Erected on the Cobholm and Lichfield Resource Centre.
South Town railway station was the terminus of a direct route between London and Great Yarmouth. It opened when the contractors, Peto, Brassey and Betts, completed a double track between Ipswich and Great Yarmouth Southtown on 1st June 1859. These lines ran through Beccles and Halesworth with three trains daily and two on Sundays.
The journey time between London and Great Yarmouth was reduced from over four and half hours to under three and half hours, when at full speed. This was improved to less than two and half hours between the wars. The railway company, originally known as the East Suffolk, was merged with others as the Great Eastern Railway by an Act of Parliament in August 1862. The route from South Town Station was the most convenient between Great Yarmouth and London and was the most popular for many years.
The railway companies always named the station as South Town, but it was usually written as one word, Southtown, in Great Yarmouth.
South Town railway station and goods yard occupied a very large piece of land in the Southtown and Cobholm area to the west of Haven Bridge with extensive sidings, sheds, coal yards and a turntable. The line carried many passengers and much freight, including timber, cattle, malt and notably fish, during the heyday of the Great Yarmouth Herring Industry.
The line direct between Yarmouth South Town and Lowestoft, was opened as a double track on 13th July 1903 with stations at Gorleston North, Gorleston-on-Sea, Hopton, Corton and Lowestoft North.. A halt was built at Gorleston Links in 1914.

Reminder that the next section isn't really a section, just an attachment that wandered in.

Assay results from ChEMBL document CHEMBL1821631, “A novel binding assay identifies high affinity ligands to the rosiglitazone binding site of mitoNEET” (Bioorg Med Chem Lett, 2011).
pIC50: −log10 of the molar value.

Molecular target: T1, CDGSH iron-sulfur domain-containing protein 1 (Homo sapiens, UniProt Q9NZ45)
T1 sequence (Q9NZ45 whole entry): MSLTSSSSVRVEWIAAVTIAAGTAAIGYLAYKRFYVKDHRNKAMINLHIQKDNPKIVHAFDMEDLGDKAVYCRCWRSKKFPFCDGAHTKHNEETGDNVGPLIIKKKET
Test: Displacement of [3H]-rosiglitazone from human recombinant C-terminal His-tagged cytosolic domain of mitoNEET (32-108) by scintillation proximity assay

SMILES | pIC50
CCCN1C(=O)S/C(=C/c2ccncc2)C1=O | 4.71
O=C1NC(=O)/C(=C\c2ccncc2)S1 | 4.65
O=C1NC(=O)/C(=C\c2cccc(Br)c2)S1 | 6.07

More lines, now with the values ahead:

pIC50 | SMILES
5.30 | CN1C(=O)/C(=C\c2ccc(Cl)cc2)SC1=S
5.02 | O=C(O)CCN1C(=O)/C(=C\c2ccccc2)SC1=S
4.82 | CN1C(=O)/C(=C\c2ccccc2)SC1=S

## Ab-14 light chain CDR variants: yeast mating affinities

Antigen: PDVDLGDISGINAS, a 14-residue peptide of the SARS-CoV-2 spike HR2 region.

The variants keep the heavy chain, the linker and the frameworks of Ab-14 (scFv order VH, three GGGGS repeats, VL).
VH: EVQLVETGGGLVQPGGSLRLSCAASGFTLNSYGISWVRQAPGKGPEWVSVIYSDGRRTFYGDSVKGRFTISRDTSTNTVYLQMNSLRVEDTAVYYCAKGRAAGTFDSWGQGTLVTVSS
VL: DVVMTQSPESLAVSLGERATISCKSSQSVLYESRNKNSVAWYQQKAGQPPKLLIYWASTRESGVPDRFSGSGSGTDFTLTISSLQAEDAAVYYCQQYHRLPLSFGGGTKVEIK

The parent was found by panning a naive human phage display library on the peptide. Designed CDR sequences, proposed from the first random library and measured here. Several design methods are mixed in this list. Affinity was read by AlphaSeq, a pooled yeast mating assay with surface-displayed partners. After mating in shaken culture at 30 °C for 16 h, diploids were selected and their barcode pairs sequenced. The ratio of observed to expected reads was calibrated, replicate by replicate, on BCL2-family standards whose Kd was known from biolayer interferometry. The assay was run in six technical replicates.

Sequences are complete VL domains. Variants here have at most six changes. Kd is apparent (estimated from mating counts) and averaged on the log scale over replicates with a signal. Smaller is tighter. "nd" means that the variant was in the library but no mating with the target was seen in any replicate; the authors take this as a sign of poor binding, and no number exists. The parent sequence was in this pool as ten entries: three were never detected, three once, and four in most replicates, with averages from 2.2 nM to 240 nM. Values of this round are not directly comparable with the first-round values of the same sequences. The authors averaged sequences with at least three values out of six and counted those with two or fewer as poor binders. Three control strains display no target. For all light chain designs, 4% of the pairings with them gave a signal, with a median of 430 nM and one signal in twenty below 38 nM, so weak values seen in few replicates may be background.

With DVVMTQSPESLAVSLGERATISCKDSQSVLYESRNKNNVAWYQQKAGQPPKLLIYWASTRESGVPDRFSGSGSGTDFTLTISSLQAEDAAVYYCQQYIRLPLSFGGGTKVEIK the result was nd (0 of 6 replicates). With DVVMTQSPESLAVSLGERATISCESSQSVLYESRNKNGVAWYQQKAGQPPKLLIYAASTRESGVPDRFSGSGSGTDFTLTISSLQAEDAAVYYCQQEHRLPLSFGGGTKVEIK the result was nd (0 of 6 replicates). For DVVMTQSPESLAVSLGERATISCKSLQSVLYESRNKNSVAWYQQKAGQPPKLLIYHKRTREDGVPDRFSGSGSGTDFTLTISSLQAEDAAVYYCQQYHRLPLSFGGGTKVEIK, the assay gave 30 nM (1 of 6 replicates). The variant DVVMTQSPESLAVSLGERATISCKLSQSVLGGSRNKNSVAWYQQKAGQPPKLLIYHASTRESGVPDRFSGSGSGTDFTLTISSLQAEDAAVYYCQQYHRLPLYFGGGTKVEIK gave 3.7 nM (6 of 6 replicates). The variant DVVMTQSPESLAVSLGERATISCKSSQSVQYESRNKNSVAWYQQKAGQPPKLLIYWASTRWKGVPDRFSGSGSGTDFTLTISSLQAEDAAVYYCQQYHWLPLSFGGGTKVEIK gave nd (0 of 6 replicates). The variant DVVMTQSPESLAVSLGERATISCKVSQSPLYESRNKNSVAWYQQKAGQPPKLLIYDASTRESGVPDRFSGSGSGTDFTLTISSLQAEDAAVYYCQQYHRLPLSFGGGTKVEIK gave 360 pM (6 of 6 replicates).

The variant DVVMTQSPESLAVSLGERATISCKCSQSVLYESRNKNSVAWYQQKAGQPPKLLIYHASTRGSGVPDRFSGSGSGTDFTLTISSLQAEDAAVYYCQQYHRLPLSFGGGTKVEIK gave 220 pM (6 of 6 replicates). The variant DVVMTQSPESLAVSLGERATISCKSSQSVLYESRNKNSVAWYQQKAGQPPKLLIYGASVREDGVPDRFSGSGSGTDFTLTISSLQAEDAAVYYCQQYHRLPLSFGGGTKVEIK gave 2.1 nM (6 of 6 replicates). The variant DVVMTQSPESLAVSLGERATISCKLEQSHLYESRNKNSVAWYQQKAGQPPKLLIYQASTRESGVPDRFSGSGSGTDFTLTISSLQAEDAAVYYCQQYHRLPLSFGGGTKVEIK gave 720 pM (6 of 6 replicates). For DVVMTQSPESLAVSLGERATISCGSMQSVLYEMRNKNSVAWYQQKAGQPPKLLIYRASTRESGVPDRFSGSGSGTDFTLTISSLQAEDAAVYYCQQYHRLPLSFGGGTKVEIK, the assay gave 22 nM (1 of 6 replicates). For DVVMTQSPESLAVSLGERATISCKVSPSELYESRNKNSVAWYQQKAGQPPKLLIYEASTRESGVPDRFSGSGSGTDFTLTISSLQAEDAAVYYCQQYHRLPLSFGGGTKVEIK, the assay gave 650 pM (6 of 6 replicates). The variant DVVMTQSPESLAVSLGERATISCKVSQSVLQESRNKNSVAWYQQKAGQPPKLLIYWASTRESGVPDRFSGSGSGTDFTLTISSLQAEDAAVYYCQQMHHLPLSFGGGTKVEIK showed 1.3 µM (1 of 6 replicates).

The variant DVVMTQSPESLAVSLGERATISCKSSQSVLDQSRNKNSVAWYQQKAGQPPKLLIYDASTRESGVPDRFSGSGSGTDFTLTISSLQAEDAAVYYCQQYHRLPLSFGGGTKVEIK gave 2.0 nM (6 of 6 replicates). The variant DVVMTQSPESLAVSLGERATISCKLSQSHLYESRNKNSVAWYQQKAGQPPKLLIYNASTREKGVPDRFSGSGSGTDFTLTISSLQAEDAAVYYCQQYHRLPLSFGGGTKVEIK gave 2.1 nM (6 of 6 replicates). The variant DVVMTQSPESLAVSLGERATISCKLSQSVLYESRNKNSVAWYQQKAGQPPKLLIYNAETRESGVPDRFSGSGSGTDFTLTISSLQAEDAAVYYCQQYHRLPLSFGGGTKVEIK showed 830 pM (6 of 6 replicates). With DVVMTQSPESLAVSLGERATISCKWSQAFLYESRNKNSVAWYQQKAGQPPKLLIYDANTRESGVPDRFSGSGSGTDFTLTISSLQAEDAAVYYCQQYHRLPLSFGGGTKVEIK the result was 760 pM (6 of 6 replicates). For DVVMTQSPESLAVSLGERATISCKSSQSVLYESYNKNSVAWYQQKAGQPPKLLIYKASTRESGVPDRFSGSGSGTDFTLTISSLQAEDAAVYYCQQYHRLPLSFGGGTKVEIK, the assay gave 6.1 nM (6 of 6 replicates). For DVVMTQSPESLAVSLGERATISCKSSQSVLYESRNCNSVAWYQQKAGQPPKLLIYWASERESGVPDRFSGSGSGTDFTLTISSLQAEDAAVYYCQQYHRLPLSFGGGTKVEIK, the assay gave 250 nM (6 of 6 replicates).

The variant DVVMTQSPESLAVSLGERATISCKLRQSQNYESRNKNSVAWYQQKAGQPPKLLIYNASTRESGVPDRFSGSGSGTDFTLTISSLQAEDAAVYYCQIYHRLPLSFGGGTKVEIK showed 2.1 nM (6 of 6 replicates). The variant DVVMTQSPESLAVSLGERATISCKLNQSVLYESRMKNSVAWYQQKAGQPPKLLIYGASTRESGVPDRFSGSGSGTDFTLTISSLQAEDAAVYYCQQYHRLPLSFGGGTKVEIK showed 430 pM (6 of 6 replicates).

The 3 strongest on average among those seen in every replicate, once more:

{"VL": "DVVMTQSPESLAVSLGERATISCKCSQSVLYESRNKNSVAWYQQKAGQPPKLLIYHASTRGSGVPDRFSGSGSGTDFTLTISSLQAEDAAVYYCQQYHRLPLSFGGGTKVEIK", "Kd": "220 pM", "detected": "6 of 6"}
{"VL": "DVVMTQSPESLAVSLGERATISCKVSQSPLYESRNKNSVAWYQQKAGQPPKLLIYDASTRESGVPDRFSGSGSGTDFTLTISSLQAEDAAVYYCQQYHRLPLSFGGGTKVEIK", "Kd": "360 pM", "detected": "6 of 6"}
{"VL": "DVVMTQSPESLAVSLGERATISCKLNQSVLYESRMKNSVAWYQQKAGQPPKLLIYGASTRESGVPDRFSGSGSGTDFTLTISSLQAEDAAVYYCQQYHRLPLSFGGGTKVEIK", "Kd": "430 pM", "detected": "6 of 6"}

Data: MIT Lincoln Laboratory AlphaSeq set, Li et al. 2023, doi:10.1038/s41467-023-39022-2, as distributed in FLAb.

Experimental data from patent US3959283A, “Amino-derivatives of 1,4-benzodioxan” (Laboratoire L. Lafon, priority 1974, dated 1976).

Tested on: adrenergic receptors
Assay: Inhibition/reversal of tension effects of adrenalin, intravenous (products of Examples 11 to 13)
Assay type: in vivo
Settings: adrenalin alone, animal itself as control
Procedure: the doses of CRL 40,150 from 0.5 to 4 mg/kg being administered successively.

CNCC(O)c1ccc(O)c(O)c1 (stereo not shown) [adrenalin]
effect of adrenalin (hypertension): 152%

During an intense low level air raid, shortly after 7am on 7th May l943, South Town Station and a passenger coach were damaged by a bomb. However, it did not explode and it came to rest between the rails in the platform area. By good fortune, a Naval Bomb Disposal Officer, who was waiting for a train, was able to defuse the bomb.
A natural disaster occurred on the 31st January 1953, when a North Sea surge broke through the walls of Breydon Water, flooding South Town Station and closing the railway system for several days.
The high cost of maintaining the Breydon Viaduct led to its closure for rail traffic on 21st September 1953, so that there was no longer a direct link in Great Yarmouth between the northern and southern railways.
On 2nd November 1959, the Beccles-South Town line closed necessitating the London trains be routed through Lowestoft.
In April 1963, the Beeching Report recommended the closure of the East Suffolk Line. The freight facilities were closed and the line was reduced to single track and stations were downgraded to un-manned halts in 1967. The final passenger train to run was the 20.19 Lowestoft to Great Yarmouth, returning at 21.19 from South Town on 2nd May 1970 and the line closed on 4th May 1970
Santa Fe Oilfield Trading Company occupied the site for a few years and the buildings were demolished in November 1977.